2. Mountain Aquifer - Key Water Reservoir

Israel's Freshwater Lake Kinneret Lakeake                                                          The Shomron Mountain Aquifer
 The Shomron's Mountain Aquifer provides at least as much water as the Kinneret!

The severe water shortage crisis in Israel over the last decade has made watching the fluctuating (mostly receding) water level of Lake Kinneret (Sea of Galilee) something of a fixation. First, there's the Upper Red Line (208.8 meters below sea level), the point where the lake is so full that dams must be opened to drain off the surplus into the Jordan River and prevent local flooding. That line hasn't been touched for over ten years. Then there's the Lower Red Line (-213 meters), the point where, due to the chronic lack of water, further pumping begins to harm water quality. Finally, there's the dreaded  Black Line (-214.87 meters), the point where permanent damage to the lake will begin and beyond which pumping cannot happen because the pumping machines can no longer operate. The specter of reaching the Black Line, not an unlikely scenario, haunts Israelis and government officials.

While Israelis nervously monitor the Kinneret water line, anxious over the waning summer levels and relieved by the waxing levels in the winter, most of them remain blissfully ignorant of that huge freshwater reservoir lying right under their feet - the Mountain Aquifer.

The Western Mountain (Yarkon-Taninim) Aquifer

Aquifers are natural water-bearing geologic formations, which because of their porous structure and occurrence beneath more solid rock formations are able, not just to absorb water, but to hold it for long periods of time. The Mountain Aquifer is Israel's largest and most significant source of fresh water. It consists of three sub-aquifers, which together supply about 600 million cubic meters of very high quality drinking water, equivalent to roughly one third of the yearly water consumption in Israel. Of particular importance is the Western Mountain (Yarkon-Taninim) Aquifer, which is fed by rain falling on the western slopes of the Judean and Samarian mountains. The water percolates through porous surface rock into the aquifer far below the surface, and then naturally flows downwards toward the Israeli coastline. Prevented from actually reaching the coast by natural hydrologic barriers, the water instead emerges in natural springs which are almost entirely in Israel proper. The Western Mountain Aquifer supplies about 350 million cubic meters of high quality drinking water to the heavily populated coastal plain, which can no longer rely on the over-pumped coastal aquifer as it has become depleted and polluted.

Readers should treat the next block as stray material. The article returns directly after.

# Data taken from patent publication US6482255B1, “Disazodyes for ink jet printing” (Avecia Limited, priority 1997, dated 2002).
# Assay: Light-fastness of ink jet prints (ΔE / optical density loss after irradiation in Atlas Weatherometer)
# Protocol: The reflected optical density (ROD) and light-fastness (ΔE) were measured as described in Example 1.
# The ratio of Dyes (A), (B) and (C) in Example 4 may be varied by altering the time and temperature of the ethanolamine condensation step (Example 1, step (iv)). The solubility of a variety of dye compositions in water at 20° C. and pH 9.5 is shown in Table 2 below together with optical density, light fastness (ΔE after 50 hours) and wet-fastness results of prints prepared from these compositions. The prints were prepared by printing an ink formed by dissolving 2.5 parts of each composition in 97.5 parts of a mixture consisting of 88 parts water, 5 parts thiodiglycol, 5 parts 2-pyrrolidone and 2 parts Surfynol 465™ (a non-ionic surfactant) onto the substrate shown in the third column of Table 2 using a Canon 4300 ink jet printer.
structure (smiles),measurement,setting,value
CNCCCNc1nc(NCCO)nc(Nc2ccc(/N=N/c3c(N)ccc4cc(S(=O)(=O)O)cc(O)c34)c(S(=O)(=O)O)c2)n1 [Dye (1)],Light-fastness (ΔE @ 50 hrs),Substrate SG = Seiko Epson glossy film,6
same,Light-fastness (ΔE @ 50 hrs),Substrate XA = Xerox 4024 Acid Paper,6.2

Without the Western Mountain Aquifer, Gush Dan and the Central Israel go thirsty.
Whoever controls Samaria also controls much of Israel's vital fresh water sources.

"It is the rain falling on the West Bank that recharges the aquifer; any new wells drilled between the recharge area and the Israeli taps could cut off supply and, by lowering the water tables in the part of the aquifer that extends to the west of the Green Line, allow saline water from greater depths to seep in, permanently ruining what is left”         -- US News and World Report, 16.12.91

A withdrawal from Samaria would put Israel's water supply at risk. The hydro-strategic importance of Samaria is reflected in a 1990 State Comptroller's report: "The Mountain Aquifer which extends … from the slopes of Carmel to Beer Sheva and from the ridges of Samaria and Judea to the coastal plain, constitutes the principal source of drinking water in the country…"
(Report on the Management of the Water System, Government Press Office: Jerusalem).

Also, a 1991 report commissioned from the TAHAL Water Engineering Company cautioned that "Israeli control over most of the water resources must be retained to prevent an increase in the extraction of ground water in Judea & Samaria at the expense of Israeli use of Yarkon Taninim Aquifer", that abandoning Samaria would "constitute a grave threat to the main water supplies of Israel" and that "even when desalination attains considerable dimensions, the importance of the Yarkon Taninim Aquifer, which will serve as  seasonal and long-term reservoir, will not decrease." 
(p. 105, Water in the Middle East: Solutions to Water Problems in the Context of Arrangements between Israel and the Arabs, Schwartz, Yehoshua and Zohar: Jaffee Center for Strategic Studies).

One need not be a trained hydrologist to comprehend the significance of all this. A withdrawal from the Shomron would create a very tangible threat to Israel's water system. Were Arab over-pumping, uncontrolled sewage and industrial waste flow and/or deliberate acts of water sabotage to occur on the western slopes of Samaria, it would cause serious, and most probably irreversible, damage to the key source of drinking water for Israel's major urban centers and environs. Can Israel really afford to trust her most valuable and irreplaceable national resource in the hands of those who have had a long history of trying to destroy the Jewish State?

For a more detailed explanation, read "What retreat from the territories means for Israel's water supply" by clicking here.